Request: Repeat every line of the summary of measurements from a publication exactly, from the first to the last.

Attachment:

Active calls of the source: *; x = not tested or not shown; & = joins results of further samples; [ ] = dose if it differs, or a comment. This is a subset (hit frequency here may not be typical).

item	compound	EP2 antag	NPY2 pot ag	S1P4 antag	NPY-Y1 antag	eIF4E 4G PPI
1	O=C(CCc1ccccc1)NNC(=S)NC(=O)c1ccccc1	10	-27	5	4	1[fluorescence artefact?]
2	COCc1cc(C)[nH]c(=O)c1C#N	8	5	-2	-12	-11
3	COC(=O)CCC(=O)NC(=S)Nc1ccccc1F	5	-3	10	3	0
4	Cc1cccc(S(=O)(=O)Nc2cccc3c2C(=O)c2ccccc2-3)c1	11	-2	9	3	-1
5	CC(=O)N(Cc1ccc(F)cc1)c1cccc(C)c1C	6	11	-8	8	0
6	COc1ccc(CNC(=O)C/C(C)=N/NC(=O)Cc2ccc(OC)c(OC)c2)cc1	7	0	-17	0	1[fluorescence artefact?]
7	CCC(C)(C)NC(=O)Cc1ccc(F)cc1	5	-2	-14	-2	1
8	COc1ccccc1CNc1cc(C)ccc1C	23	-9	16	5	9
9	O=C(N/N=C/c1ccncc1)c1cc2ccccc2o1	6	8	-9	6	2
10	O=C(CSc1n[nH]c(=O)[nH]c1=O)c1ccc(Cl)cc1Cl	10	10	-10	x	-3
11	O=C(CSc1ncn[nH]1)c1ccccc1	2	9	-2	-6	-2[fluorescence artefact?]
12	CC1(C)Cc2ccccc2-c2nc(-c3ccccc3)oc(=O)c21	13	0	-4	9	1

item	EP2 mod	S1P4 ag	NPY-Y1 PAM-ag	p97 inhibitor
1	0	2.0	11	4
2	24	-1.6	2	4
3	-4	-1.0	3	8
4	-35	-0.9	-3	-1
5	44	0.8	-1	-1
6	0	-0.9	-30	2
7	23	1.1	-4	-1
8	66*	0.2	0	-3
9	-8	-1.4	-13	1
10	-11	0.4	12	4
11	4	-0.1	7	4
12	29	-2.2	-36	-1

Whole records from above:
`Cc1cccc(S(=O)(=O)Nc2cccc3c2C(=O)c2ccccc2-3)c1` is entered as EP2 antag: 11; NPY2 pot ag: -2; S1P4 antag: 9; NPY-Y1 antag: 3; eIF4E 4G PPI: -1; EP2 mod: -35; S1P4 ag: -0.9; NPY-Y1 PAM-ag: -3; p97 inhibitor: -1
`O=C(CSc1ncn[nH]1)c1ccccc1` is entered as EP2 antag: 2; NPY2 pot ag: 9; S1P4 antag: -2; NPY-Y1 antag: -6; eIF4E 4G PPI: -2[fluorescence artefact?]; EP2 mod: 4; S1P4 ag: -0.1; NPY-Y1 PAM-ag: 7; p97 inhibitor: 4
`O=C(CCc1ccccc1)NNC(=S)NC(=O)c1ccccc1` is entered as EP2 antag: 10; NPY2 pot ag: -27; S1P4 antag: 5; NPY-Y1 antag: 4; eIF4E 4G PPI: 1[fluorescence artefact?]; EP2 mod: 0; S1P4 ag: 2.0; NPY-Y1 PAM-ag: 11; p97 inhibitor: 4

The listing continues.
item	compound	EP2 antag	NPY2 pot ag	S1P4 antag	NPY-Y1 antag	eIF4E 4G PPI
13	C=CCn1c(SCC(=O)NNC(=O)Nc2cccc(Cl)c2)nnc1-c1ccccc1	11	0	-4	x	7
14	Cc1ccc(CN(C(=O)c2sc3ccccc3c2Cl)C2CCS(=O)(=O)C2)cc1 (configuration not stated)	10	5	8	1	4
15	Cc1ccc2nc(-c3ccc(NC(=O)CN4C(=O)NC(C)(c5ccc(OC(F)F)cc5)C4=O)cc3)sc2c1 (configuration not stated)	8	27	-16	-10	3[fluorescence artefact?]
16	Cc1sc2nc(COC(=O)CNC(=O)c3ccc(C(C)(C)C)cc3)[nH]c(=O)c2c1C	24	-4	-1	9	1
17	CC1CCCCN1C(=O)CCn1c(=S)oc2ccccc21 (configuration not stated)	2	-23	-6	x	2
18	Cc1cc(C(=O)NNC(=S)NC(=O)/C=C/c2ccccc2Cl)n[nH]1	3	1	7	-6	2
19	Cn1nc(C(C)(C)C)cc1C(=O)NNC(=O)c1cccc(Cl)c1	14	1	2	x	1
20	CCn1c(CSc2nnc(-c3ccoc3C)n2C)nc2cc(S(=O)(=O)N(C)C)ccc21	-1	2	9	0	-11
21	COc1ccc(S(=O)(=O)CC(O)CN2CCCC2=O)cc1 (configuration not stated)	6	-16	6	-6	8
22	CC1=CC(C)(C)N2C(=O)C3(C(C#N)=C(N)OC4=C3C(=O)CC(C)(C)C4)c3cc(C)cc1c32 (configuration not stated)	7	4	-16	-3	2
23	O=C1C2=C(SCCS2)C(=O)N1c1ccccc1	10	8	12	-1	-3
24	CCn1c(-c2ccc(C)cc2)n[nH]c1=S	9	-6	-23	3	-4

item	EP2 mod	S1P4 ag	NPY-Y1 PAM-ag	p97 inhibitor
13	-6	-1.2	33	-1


Active calls of the source: *; x = not tested or not shown; & = joins results of further samples; [ ] = dose if it differs, or a comment. This is a subset (hit frequency here may not be typical).

item	compound	EP2 antag	NPY2 pot ag	S1P4 antag	NPY-Y1 antag	eIF4E 4G PPI
1	O=C(CCc1ccccc1)NNC(=S)NC(=O)c1ccccc1	10	-27	5	4	1[fluorescence artefact?]
2	COCc1cc(C)[nH]c(=O)c1C#N	8	5	-2	-12	-11
3	COC(=O)CCC(=O)NC(=S)Nc1ccccc1F	5	-3	10	3	0
4	Cc1cccc(S(=O)(=O)Nc2cccc3c2C(=O)c2ccccc2-3)c1	11	-2	9	3	-1
5	CC(=O)N(Cc1ccc(F)cc1)c1cccc(C)c1C	6	11	-8	8	0
6	COc1ccc(CNC(=O)C/C(C)=N/NC(=O)Cc2ccc(OC)c(OC)c2)cc1	7	0	-17	0	1[fluorescence artefact?]
7	CCC(C)(C)NC(=O)Cc1ccc(F)cc1	5	-2	-14	-2	1
8	COc1ccccc1CNc1cc(C)ccc1C	23	-9	16	5	9
9	O=C(N/N=C/c1ccncc1)c1cc2ccccc2o1	6	8	-9	6	2
10	O=C(CSc1n[nH]c(=O)[nH]c1=O)c1ccc(Cl)cc1Cl	10	10	-10	x	-3
11	O=C(CSc1ncn[nH]1)c1ccccc1	2	9	-2	-6	-2[fluorescence artefact?]
12	CC1(C)Cc2ccccc2-c2nc(-c3ccccc3)oc(=O)c21	13	0	-4	9	1

item	EP2 mod	S1P4 ag	NPY-Y1 PAM-ag	p97 inhibitor
1	0	2.0	11	4
2	24	-1.6	2	4
3	-4	-1.0	3	8
4	-35	-0.9	-3	-1
5	44	0.8	-1	-1
6	0	-0.9	-30	2
7	23	1.1	-4	-1
8	66*	0.2	0	-3
9	-8	-1.4	-13	1
10	-11	0.4	12	4
11	4	-0.1	7	4
12	29	-2.2	-36	-1

Whole records from above:
`Cc1cccc(S(=O)(=O)Nc2cccc3c2C(=O)c2ccccc2-3)c1` is entered as EP2 antag: 11; NPY2 pot ag: -2; S1P4 antag: 9; NPY-Y1 antag: 3; eIF4E 4G PPI: -1; EP2 mod: -35; S1P4 ag: -0.9; NPY-Y1 PAM-ag: -3; p97 inhibitor: -1
`O=C(CSc1ncn[nH]1)c1ccccc1` is entered as EP2 antag: 2; NPY2 pot ag: 9; S1P4 antag: -2; NPY-Y1 antag: -6; eIF4E 4G PPI: -2[fluorescence artefact?]; EP2 mod: 4; S1P4 ag: -0.1; NPY-Y1 PAM-ag: 7; p97 inhibitor: 4
`O=C(CCc1ccccc1)NNC(=S)NC(=O)c1ccccc1` is entered as EP2 antag: 10; NPY2 pot ag: -27; S1P4 antag: 5; NPY-Y1 antag: 4; eIF4E 4G PPI: 1[fluorescence artefact?]; EP2 mod: 0; S1P4 ag: 2.0; NPY-Y1 PAM-ag: 11; p97 inhibitor: 4

The listing continues.
item	compound	EP2 antag	NPY2 pot ag	S1P4 antag	NPY-Y1 antag	eIF4E 4G PPI
13	C=CCn1c(SCC(=O)NNC(=O)Nc2cccc(Cl)c2)nnc1-c1ccccc1	11	0	-4	x	7
14	Cc1ccc(CN(C(=O)c2sc3ccccc3c2Cl)C2CCS(=O)(=O)C2)cc1 (configuration not stated)	10	5	8	1	4
15	Cc1ccc2nc(-c3ccc(NC(=O)CN4C(=O)NC(C)(c5ccc(OC(F)F)cc5)C4=O)cc3)sc2c1 (configuration not stated)	8	27	-16	-10	3[fluorescence artefact?]
16	Cc1sc2nc(COC(=O)CNC(=O)c3ccc(C(C)(C)C)cc3)[nH]c(=O)c2c1C	24	-4	-1	9	1
17	CC1CCCCN1C(=O)CCn1c(=S)oc2ccccc21 (configuration not stated)	2	-23	-6	x	2
18	Cc1cc(C(=O)NNC(=S)NC(=O)/C=C/c2ccccc2Cl)n[nH]1	3	1	7	-6	2
19	Cn1nc(C(C)(C)C)cc1C(=O)NNC(=O)c1cccc(Cl)c1	14	1	2	x	1
20	CCn1c(CSc2nnc(-c3ccoc3C)n2C)nc2cc(S(=O)(=O)N(C)C)ccc21	-1	2	9	0	-11
21	COc1ccc(S(=O)(=O)CC(O)CN2CCCC2=O)cc1 (configuration not stated)	6	-16	6	-6	8
22	CC1=CC(C)(C)N2C(=O)C3(C(C#N)=C(N)OC4=C3C(=O)CC(C)(C)C4)c3cc(C)cc1c32 (configuration not stated)	7	4	-16	-3	2
23	O=C1C2=C(SCCS2)C(=O)N1c1ccccc1	10	8	12	-1	-3
24	CCn1c(-c2ccc(C)cc2)n[nH]c1=S	9	-6	-23	3	-4

item	EP2 mod	S1P4 ag	NPY-Y1 PAM-ag	p97 inhibitor
13	-6	-1.2	33	-1